Do as Google does

The goal of becoming a truly “paperless” law firm is one than most operations can achieve, but it’s also one that may seem so laudable as to be out of reach, according to two document-management evangelists speaking at the ABA TechShow Thursday morning.

A less daunting goal — and one that most law firms readily embrace — is to make the practice not so paper intensive, said Richard Serpe, a Norfolk, Va., plaintiff lawyer who has maintained a paperless practice since hanging out his own shingle three years ago.

Coming from a large law firm where he headed the IT committee, Serpe decided against buying a single filing cabinet when he opened shop in 2007, he said. So when paper does land in the mailbox or from a messenger, someone fires up a scanner to digitize the document.

The original then goes to the shredder, Serpe said.

But doing without paper is not simply a matter of scanning paper files and saving them along with email and other computer-generated files on a hard drive.

As Serpe and fellow presenter Steven Best of Alpharetta, Ga.-based Best Law Firm Solutions Inc. explained, the linchpin is a robust document-management system designed specifically for storing, sorting and indexing all manner of digital files, from the usual word-based documents like letters and transcripts to photographs and voice mail messages.

The advantage of this approach, Best stressed, is not so much doing without paper as turning over the work to a “butler who is there to serve you so you can find files later on.”

The initial cost of a document-management system may seem high — both in terms of actual dollars for the software and the added time when entering each new item into the DMS — the dividends are paid when a lawyer needs to retrieve a contract, say, that handled a matter in a particular way — five years and 50 deals later.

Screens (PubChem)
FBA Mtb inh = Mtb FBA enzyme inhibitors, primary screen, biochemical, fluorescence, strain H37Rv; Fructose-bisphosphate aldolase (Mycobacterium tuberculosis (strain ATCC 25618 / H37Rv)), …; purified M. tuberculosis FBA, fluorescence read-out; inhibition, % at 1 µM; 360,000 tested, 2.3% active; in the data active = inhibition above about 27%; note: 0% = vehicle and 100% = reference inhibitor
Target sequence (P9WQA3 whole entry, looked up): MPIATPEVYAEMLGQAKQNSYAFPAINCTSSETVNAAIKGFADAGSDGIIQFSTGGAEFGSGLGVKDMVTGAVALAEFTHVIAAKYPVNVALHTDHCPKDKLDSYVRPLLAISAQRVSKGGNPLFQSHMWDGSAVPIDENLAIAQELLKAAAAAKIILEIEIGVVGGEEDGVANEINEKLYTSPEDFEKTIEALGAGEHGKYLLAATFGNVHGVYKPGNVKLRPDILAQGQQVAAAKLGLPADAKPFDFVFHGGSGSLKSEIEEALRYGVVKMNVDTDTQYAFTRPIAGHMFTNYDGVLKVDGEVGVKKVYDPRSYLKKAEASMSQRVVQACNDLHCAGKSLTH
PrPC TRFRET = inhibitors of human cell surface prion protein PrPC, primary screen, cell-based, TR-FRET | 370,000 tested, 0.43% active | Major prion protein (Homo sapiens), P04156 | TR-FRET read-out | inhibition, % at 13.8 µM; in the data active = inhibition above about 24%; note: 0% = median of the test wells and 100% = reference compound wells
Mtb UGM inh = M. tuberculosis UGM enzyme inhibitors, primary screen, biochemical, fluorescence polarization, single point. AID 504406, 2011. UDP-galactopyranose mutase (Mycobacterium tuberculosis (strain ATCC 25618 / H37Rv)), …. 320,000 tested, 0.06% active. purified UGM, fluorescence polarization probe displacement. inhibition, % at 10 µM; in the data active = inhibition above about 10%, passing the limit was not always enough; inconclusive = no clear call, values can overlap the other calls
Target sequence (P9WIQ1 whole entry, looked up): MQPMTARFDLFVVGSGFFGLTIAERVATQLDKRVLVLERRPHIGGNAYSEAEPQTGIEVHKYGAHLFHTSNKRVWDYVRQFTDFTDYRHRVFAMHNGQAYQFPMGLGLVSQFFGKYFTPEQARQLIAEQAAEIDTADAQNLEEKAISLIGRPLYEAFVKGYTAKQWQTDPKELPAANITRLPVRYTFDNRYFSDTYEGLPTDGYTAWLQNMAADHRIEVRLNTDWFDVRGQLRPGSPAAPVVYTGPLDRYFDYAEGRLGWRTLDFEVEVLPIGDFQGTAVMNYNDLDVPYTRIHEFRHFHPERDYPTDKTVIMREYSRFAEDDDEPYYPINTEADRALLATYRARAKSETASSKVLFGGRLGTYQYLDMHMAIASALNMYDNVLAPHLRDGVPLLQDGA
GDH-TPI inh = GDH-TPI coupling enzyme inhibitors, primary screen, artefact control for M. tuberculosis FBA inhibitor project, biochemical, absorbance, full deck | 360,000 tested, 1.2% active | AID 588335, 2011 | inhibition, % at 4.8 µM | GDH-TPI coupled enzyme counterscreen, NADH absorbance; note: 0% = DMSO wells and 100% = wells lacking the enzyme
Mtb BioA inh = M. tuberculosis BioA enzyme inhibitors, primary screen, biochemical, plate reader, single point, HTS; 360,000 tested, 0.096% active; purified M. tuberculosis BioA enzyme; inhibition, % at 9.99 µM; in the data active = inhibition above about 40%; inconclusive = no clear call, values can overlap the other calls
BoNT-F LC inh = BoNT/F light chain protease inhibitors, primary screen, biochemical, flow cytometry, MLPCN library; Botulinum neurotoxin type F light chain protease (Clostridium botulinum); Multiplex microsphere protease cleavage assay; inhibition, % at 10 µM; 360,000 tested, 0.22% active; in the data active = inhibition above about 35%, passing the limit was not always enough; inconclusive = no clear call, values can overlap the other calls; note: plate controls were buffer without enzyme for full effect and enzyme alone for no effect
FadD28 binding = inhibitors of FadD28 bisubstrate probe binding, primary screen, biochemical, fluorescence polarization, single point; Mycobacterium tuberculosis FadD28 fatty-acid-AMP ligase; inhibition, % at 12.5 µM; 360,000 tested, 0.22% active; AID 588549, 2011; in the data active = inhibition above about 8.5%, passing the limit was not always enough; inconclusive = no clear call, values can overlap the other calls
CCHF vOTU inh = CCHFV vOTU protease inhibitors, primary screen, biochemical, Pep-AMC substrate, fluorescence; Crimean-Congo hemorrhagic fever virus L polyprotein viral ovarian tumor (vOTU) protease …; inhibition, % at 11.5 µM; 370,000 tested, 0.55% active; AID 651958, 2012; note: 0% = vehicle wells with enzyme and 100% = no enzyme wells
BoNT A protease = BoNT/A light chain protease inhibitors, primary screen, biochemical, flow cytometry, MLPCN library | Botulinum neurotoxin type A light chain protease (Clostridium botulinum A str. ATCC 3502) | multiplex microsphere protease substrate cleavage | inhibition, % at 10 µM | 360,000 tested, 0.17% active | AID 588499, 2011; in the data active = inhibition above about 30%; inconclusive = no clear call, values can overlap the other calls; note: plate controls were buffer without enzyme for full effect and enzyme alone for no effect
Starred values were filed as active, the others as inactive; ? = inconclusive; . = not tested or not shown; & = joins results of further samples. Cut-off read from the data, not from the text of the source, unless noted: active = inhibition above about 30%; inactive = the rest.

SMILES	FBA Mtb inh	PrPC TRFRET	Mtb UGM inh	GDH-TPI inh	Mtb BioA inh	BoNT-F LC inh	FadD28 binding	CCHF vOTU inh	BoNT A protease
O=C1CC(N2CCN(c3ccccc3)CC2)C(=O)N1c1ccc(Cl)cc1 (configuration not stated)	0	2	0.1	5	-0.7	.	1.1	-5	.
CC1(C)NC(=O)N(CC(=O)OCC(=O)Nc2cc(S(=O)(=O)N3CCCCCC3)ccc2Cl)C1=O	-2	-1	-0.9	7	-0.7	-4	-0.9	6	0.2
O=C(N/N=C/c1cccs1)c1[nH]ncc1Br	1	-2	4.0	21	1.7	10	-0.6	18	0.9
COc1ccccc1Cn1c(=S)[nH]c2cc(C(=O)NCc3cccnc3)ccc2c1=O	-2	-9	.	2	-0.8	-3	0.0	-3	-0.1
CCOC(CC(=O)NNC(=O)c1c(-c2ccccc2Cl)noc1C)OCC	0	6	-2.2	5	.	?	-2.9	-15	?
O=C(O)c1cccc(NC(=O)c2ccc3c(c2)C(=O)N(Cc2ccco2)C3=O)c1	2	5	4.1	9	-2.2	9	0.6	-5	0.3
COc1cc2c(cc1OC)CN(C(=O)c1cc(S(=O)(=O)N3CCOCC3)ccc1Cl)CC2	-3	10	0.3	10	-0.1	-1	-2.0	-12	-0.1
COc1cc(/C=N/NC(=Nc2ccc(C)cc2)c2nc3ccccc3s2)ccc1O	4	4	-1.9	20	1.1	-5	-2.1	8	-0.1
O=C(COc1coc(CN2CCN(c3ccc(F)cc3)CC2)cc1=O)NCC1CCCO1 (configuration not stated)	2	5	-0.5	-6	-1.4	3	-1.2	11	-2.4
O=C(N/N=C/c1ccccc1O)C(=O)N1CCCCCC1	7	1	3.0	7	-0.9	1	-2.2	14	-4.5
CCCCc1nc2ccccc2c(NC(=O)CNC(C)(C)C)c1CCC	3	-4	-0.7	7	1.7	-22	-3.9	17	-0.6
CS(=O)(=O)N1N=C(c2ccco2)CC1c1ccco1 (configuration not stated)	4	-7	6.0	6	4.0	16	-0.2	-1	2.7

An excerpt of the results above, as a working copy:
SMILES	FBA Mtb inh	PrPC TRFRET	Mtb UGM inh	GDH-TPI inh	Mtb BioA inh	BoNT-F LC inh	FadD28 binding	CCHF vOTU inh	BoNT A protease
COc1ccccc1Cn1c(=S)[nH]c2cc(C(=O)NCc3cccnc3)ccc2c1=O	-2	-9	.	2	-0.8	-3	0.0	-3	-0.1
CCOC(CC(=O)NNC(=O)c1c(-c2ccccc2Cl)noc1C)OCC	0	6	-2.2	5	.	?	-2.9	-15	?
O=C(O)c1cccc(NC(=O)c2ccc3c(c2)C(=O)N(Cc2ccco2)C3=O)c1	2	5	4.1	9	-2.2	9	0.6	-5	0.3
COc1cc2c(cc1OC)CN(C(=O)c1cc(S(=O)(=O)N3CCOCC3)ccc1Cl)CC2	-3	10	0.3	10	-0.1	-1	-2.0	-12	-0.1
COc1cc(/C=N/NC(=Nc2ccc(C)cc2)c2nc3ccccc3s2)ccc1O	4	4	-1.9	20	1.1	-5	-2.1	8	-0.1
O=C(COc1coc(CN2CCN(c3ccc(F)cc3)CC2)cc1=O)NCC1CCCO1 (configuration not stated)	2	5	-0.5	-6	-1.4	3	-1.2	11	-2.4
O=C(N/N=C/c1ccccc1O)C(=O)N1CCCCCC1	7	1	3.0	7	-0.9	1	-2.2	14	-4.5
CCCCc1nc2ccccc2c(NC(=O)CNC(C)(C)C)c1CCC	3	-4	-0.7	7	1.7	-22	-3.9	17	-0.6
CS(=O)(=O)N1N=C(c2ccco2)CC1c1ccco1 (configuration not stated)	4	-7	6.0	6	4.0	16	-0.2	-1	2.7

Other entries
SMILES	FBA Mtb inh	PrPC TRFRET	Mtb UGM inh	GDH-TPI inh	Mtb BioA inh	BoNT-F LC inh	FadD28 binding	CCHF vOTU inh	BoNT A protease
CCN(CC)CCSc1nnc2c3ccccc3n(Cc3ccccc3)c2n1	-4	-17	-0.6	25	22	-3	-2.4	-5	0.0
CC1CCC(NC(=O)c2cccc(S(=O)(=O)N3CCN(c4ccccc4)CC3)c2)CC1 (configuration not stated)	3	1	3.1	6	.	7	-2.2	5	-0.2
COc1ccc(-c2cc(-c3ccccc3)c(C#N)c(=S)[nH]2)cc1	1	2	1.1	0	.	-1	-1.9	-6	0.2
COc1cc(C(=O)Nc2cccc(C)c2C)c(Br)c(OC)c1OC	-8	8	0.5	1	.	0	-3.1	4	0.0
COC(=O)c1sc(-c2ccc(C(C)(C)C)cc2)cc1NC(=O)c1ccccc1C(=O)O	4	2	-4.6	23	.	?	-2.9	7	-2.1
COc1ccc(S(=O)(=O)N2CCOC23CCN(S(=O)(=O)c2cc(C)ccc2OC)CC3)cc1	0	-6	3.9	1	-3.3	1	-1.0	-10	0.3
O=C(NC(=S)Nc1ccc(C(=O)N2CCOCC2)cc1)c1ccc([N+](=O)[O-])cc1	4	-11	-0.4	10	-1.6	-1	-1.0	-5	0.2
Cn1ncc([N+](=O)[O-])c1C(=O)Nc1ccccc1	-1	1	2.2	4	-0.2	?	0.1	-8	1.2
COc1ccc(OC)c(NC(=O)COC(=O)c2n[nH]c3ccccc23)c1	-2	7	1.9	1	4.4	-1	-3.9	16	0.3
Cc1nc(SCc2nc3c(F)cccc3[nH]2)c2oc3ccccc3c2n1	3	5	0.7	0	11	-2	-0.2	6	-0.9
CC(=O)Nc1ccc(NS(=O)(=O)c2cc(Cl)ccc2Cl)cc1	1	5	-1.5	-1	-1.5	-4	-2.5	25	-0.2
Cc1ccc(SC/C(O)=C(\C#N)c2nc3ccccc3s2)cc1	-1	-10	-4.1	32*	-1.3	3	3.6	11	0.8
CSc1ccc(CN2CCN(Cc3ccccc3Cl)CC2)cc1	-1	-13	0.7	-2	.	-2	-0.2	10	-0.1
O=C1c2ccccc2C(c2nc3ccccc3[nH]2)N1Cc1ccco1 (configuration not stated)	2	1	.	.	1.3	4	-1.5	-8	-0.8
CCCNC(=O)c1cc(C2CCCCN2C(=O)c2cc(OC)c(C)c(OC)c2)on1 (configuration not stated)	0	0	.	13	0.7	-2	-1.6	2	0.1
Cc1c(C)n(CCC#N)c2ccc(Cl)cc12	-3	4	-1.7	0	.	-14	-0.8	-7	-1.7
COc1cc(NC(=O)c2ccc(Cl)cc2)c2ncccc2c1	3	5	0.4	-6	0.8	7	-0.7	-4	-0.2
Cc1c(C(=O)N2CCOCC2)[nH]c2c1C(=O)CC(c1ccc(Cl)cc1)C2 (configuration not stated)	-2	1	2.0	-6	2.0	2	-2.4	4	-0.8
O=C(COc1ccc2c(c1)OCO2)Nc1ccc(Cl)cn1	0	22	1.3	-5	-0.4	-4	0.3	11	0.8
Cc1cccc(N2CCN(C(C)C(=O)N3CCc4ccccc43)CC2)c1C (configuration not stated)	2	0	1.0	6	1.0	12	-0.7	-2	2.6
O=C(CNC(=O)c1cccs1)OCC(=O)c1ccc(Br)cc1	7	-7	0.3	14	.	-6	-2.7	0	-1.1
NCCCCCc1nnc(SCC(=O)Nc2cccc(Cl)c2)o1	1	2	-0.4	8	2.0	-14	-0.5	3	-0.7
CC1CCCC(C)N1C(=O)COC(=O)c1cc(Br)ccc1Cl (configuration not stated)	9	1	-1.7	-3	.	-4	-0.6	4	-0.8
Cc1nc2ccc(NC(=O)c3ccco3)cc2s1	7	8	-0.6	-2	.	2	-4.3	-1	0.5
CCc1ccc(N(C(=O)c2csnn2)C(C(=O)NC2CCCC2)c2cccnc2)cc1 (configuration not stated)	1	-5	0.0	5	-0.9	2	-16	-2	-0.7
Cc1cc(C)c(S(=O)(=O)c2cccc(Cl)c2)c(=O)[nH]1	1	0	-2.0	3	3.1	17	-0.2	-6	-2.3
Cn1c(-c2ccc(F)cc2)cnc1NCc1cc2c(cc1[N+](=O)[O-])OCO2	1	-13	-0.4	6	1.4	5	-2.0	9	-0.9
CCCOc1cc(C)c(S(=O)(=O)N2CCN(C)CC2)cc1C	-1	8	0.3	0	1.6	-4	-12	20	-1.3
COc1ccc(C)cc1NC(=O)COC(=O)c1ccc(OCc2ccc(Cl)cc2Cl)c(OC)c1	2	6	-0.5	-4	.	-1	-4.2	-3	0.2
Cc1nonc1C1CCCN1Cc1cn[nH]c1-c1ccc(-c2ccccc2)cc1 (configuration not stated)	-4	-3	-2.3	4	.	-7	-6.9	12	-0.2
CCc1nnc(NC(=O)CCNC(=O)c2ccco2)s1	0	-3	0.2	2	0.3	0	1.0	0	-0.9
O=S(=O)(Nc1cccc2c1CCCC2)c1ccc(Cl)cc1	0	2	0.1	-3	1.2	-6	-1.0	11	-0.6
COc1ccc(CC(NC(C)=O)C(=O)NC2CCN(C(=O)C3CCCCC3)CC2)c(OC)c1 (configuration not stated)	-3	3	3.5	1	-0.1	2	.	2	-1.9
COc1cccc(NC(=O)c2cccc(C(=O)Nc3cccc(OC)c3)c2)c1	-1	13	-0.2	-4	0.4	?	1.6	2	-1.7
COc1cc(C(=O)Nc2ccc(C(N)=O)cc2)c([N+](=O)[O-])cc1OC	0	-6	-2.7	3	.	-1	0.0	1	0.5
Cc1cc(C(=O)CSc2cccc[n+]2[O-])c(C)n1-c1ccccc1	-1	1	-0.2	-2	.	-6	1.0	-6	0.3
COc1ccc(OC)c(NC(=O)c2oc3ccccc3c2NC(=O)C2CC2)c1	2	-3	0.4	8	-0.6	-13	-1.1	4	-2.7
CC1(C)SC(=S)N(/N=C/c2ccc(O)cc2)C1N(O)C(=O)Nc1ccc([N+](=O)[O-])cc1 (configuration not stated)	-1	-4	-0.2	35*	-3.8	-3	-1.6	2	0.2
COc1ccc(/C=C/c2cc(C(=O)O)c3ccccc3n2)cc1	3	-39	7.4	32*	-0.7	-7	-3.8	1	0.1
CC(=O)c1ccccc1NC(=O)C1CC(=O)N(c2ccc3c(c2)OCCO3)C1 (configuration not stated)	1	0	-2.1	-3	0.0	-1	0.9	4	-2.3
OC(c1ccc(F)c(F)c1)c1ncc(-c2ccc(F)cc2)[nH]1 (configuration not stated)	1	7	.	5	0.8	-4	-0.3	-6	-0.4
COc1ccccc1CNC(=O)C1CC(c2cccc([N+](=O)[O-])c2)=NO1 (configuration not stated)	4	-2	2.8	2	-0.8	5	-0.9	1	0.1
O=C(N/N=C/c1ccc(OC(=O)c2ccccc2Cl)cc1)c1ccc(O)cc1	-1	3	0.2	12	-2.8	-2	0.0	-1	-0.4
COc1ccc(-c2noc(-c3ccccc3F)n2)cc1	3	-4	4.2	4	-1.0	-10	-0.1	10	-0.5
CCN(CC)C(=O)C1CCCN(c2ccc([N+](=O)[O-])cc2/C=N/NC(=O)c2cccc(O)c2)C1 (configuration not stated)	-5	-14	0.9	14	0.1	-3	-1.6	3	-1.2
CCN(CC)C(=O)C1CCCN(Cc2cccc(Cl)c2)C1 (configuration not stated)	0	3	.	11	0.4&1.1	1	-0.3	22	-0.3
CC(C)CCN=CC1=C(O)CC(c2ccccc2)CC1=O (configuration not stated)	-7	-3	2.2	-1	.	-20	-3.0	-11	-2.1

The usual work flow when a document is received starts with completing a profile of the file, Best explained. The profile form is pulled up on a computer. A series of menus and checkboxes characterize the file. Criteria such as author, client matter and originating source may be entered, Best noted.

Then the DMS does the rest, holding the document and indexing its contents for later retrieval, he added.

Thus, a DMS is like having Google inside your law firm, the two said. Everything gets cataloged and everything becomes searchable.

But as much as a DMS lets a firm do without paper, lawyers and support staff first have to surrender the filing cabinets and folders — as well as the analogous folder structure of a PC, the two said.

Instead, they have to let the DMS decide where an item goes and be content that the butler did it.

~ by CDLB on March 25, 2010.

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